The trailer shows Bond and Q sitting side by side in a museum with the following dynamics: short hair v. long hair, young v. old(er), strength v. computing and old school v. new school. As the world changes, so do the partnerships. Force can be exerted in a myriad of ways, with these variations falling within the realms of the physical and mental senses. And as with most things in life, balance is still of the up most importance.

As mentioned above, 007 must come to grips with the actualization that he has lost a step since going six feet under. Sam Mendes said he was inspired by Christopher Nolan’s adaptation of Batman. There are definitely similarities between the films that reflect this admiration of a hero having to ‘rebuild’ himself, but this story of everybody’s favorite British spy is unique to the James Bond legacy. To be clear, there is no doubt that this is a 007 movie.

Each of Craig’s three films have shown him as a Bond that is tough that, at times, exerts brute force. He may even represent a secret agent that could exist in today’s world. But within this rough and tough exterior also exists a drinking, smooth talking ladies man with room for friendship, compassion…and even love (Vesper). The personal shortfalls and emotions he experiences can be felt through the screen and have since his debut in “Casino Royale.”

Is the kind of visible despair he goes through, with Mathis and Vesper for example, good or bad for the character of James Bond?

And why does James Bond experience this? One reason for this movie may be that the 2012 007 is dealing with a very savvy 2012 villain who challenges him in ways that are difficult to anticipate. Evil is no longer restrained by powerful figures within government and its military. Like in the non-movie world, evil’s only limitations are those determined by the individual leading the charge. This is another intriguing reality portrayed in “Skyfall.” How does a government defeat an individual or group with independent resources who walk and strike without a uniform or home base?

“Skyfall” is full of  themes that resonate and action sequences that excite. Though it does not necessarily qualify as a gadget and is more of a feature, the palm printed gun that Q gives 007 in the museum is nothing short of a splendid modern day example of innovation. Only Bond’s prints can activate the trigger. Brilliant. Since it’s featured in a movie, certainly this concept has been developed and used by our men and women of the CIA.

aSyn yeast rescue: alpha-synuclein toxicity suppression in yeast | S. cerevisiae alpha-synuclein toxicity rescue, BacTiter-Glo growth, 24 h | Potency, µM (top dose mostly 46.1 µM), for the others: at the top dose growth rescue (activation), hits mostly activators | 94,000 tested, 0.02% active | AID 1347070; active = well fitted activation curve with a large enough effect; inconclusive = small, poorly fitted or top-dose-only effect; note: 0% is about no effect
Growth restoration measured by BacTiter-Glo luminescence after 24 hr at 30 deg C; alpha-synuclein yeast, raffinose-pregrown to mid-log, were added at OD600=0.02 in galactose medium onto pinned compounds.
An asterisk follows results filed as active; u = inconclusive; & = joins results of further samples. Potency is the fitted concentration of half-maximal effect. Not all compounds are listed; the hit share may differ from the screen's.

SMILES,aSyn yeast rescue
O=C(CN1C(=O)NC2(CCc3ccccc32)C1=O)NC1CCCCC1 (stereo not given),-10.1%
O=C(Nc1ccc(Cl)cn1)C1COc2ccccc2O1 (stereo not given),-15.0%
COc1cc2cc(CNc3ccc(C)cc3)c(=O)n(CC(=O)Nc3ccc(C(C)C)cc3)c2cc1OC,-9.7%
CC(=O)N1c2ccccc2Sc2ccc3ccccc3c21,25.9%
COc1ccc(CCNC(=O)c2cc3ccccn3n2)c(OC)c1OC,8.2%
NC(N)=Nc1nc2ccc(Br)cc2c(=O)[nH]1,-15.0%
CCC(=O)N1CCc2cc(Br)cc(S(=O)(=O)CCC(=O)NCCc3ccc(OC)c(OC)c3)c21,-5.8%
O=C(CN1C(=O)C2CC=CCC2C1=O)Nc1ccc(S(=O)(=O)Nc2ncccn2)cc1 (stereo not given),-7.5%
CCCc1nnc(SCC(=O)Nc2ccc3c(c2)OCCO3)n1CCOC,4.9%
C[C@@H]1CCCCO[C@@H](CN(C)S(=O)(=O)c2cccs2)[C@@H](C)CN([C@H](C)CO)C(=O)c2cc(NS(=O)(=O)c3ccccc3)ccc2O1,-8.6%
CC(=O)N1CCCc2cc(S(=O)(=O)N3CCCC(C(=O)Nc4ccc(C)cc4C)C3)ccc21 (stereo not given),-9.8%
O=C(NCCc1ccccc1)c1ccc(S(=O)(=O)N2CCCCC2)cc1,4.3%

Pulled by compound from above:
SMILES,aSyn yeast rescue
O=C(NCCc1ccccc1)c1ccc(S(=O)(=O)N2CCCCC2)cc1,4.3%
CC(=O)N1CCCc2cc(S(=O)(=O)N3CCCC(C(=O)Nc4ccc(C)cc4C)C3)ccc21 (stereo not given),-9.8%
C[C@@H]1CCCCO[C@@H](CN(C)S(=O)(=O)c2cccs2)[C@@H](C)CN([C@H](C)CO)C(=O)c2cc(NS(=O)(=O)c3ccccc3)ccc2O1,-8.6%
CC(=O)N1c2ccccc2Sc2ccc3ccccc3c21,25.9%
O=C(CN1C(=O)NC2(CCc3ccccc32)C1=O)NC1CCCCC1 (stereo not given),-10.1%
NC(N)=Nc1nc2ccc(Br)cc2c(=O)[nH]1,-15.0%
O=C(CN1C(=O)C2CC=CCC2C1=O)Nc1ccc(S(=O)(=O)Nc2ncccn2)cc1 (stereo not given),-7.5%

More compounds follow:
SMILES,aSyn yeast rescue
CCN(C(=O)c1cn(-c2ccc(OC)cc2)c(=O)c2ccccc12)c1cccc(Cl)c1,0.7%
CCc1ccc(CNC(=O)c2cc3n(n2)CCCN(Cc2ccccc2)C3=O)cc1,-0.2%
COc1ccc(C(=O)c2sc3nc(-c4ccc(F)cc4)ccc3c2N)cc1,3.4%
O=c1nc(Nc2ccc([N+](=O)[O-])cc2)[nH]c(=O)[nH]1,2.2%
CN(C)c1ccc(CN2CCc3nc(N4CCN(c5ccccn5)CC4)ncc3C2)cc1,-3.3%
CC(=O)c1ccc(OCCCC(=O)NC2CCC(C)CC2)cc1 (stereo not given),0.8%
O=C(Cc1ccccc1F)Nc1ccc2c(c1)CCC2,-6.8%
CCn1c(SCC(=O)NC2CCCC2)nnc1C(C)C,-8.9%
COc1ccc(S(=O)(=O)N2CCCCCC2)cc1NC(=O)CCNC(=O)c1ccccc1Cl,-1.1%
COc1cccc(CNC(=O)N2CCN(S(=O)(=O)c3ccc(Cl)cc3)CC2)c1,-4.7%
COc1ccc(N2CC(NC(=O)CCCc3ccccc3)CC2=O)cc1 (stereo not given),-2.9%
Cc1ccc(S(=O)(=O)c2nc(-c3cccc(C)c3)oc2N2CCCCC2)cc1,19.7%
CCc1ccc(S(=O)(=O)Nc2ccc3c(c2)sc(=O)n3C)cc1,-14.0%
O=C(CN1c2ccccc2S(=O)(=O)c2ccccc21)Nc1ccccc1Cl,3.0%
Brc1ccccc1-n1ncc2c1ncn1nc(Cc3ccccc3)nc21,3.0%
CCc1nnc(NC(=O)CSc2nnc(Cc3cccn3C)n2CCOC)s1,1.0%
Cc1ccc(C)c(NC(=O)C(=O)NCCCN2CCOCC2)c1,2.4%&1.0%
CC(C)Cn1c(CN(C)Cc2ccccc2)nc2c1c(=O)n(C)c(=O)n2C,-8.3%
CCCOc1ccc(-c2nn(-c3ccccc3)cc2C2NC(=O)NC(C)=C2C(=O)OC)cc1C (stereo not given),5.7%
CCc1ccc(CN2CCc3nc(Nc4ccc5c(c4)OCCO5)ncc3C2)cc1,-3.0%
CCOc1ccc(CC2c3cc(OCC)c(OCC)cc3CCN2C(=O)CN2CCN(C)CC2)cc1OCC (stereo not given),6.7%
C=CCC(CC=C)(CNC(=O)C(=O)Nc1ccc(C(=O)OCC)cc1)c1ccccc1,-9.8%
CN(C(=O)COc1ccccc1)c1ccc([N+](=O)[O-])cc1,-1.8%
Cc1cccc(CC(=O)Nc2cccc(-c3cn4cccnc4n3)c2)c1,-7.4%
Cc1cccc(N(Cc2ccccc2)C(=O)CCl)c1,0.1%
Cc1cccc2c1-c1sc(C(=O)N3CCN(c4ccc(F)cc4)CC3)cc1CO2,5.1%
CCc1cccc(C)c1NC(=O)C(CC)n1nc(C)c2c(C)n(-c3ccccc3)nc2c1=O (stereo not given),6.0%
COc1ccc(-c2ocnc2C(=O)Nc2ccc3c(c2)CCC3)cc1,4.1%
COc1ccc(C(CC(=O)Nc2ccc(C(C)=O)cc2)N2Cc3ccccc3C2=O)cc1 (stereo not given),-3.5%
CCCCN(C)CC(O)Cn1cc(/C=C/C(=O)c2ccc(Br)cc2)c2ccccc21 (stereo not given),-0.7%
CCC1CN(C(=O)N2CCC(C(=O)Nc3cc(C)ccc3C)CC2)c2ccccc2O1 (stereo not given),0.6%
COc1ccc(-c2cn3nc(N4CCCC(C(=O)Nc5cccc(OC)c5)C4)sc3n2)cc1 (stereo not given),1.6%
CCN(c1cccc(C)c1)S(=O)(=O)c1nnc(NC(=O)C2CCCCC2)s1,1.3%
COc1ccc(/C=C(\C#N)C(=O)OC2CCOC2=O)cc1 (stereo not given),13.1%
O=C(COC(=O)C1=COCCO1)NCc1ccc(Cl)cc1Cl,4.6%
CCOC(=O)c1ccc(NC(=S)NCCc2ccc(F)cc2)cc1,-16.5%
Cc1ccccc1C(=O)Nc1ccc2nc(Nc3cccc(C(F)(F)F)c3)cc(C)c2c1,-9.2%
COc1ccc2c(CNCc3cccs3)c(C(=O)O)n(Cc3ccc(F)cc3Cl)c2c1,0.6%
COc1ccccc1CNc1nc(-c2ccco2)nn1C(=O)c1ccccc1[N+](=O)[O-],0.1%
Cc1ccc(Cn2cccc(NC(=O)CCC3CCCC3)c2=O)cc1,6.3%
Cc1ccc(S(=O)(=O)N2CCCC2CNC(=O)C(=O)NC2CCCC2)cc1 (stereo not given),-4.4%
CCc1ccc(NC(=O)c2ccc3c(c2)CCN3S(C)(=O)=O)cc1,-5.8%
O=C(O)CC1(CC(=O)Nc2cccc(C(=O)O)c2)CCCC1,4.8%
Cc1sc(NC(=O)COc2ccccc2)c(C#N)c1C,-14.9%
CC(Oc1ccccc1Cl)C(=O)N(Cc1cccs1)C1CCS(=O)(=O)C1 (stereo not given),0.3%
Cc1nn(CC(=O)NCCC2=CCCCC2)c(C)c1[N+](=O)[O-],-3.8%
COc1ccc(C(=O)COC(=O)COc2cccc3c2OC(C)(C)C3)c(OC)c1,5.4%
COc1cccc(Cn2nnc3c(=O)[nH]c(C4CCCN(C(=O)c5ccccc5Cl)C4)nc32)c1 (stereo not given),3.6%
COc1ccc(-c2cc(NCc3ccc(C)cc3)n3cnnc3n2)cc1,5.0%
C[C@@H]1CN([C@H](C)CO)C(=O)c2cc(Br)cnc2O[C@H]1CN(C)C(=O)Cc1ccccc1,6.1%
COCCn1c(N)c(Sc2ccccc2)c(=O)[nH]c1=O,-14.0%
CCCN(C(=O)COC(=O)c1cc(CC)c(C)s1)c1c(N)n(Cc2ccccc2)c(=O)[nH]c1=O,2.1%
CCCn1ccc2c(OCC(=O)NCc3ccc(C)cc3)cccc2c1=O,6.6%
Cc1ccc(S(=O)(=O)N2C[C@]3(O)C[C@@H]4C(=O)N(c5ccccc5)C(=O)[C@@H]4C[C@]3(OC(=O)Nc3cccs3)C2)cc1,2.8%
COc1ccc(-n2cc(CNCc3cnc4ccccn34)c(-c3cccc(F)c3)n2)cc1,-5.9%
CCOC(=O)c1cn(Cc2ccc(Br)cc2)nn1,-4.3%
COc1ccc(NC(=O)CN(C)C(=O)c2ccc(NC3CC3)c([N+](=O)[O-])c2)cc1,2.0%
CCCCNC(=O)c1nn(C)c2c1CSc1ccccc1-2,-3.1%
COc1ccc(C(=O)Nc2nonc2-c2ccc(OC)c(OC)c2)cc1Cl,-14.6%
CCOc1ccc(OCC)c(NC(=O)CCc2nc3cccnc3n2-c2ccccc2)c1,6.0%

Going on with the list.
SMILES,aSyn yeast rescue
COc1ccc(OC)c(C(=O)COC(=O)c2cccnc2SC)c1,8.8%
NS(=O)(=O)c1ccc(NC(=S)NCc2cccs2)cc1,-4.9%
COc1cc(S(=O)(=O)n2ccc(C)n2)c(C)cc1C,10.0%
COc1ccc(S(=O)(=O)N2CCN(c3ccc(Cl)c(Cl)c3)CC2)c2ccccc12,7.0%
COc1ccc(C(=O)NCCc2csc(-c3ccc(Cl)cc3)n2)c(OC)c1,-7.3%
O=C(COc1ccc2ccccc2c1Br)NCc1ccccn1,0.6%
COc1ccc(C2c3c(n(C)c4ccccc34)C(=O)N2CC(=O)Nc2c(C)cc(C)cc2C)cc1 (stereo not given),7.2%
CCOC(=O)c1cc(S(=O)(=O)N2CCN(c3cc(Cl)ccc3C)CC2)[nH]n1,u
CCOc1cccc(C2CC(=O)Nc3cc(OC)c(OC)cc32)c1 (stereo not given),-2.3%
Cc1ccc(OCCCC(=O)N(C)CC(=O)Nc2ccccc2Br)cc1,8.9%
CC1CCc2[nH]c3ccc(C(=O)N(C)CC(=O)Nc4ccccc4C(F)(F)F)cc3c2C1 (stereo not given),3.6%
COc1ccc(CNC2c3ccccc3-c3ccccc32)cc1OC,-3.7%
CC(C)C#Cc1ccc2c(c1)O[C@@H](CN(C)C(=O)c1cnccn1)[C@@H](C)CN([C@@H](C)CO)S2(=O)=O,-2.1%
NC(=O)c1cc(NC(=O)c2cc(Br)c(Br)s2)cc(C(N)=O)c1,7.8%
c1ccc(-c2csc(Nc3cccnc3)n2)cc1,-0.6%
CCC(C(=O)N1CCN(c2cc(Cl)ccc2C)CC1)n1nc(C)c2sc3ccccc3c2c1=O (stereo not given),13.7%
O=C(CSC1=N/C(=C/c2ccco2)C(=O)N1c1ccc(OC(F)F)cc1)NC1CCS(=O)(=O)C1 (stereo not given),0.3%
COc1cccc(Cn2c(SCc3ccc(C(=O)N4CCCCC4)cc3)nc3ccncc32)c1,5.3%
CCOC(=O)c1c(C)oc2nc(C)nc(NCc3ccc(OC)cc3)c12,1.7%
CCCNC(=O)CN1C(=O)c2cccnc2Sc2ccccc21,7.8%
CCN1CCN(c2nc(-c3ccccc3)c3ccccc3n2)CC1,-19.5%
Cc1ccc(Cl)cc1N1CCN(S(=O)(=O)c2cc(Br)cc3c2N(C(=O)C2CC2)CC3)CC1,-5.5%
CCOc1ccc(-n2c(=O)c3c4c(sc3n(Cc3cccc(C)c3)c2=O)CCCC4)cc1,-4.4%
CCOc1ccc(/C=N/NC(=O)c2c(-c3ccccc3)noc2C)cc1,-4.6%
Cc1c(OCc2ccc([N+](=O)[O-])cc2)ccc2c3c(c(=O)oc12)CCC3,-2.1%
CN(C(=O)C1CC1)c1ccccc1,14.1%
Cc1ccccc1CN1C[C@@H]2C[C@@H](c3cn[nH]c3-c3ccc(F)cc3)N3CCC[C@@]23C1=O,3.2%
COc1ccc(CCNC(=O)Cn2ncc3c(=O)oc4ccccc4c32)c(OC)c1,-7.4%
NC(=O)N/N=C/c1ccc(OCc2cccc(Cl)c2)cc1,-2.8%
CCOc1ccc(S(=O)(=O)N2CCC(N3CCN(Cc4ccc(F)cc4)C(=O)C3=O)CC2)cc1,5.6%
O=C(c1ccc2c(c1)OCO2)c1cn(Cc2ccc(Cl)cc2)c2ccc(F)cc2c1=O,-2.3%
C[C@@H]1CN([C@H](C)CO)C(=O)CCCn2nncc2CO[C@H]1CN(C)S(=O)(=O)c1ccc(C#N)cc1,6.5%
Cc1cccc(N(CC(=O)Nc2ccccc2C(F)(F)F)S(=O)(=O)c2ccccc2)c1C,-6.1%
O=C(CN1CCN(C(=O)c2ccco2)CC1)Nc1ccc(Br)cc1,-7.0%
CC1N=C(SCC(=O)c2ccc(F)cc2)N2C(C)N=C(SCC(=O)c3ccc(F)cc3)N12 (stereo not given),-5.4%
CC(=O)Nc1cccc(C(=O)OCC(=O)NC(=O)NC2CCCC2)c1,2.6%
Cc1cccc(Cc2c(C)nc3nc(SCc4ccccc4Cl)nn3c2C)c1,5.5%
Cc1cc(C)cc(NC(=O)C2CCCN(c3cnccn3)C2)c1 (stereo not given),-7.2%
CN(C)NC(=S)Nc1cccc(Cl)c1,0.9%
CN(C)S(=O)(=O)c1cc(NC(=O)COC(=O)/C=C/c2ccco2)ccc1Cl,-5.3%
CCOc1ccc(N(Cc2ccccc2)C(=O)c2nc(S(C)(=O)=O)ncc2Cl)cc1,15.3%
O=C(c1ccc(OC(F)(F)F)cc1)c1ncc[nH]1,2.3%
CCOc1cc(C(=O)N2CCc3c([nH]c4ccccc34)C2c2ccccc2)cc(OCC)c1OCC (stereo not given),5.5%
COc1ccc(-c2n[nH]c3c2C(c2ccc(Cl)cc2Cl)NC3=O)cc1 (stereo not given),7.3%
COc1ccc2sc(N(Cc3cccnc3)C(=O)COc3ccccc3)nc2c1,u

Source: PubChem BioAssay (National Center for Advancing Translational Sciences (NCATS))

It’s always been an assumption of mine that if we, civilians, can think of a cool gadget idea then the probability is extraordinarily high that people within the government have had the same idea, but years earlier. It’s almost unnerving to contemplate that a print locked gun is only the tip of the iceberg of inventions and ideas floating around my and surely your head. Just imagine what is being proposed and use at this very moment…

James Bond faces an incredible adversary in Silva. Not only has the world changed, but Bond too is forced to readjust. The enemy and challenge before him is unlike any he has ever faced. It’s a new chapter in the 50 year James Bond franchise.

It’s been said that businesses do their best when looking into the abyss. James Bond and its studio faced such a scenario.

I suppose you could say they navigated their abyss by means of a “skyfall.”

I’m an Ohioan and I Approve This Message

The 2012 Presidential Election is tomorrow. This means two things:

1. The president for the next four years will be determined (and Ohio will play a minor role)

2. The never-ending loop of political ads will stop!

I live in the Buckeye State and that means I’ve seen and heard every single kind of political ad that’s been made. Just in the past couple months, and this is rounding down, ~99% of all commercials during basic cable news broadcasts, sitcoms, sporting events, etc. have been political. Both parties do them and both parties go way over the top, particularly with the quantity level.

*Bottom Line: Of all the ads and commercials, good and bad, that have played in the state of Ohio throughout this election cycle (I don’t even want to know the actual number), here is the winner of…

The Best Political Commercial of 2012:

I live in Ohio and I approve this message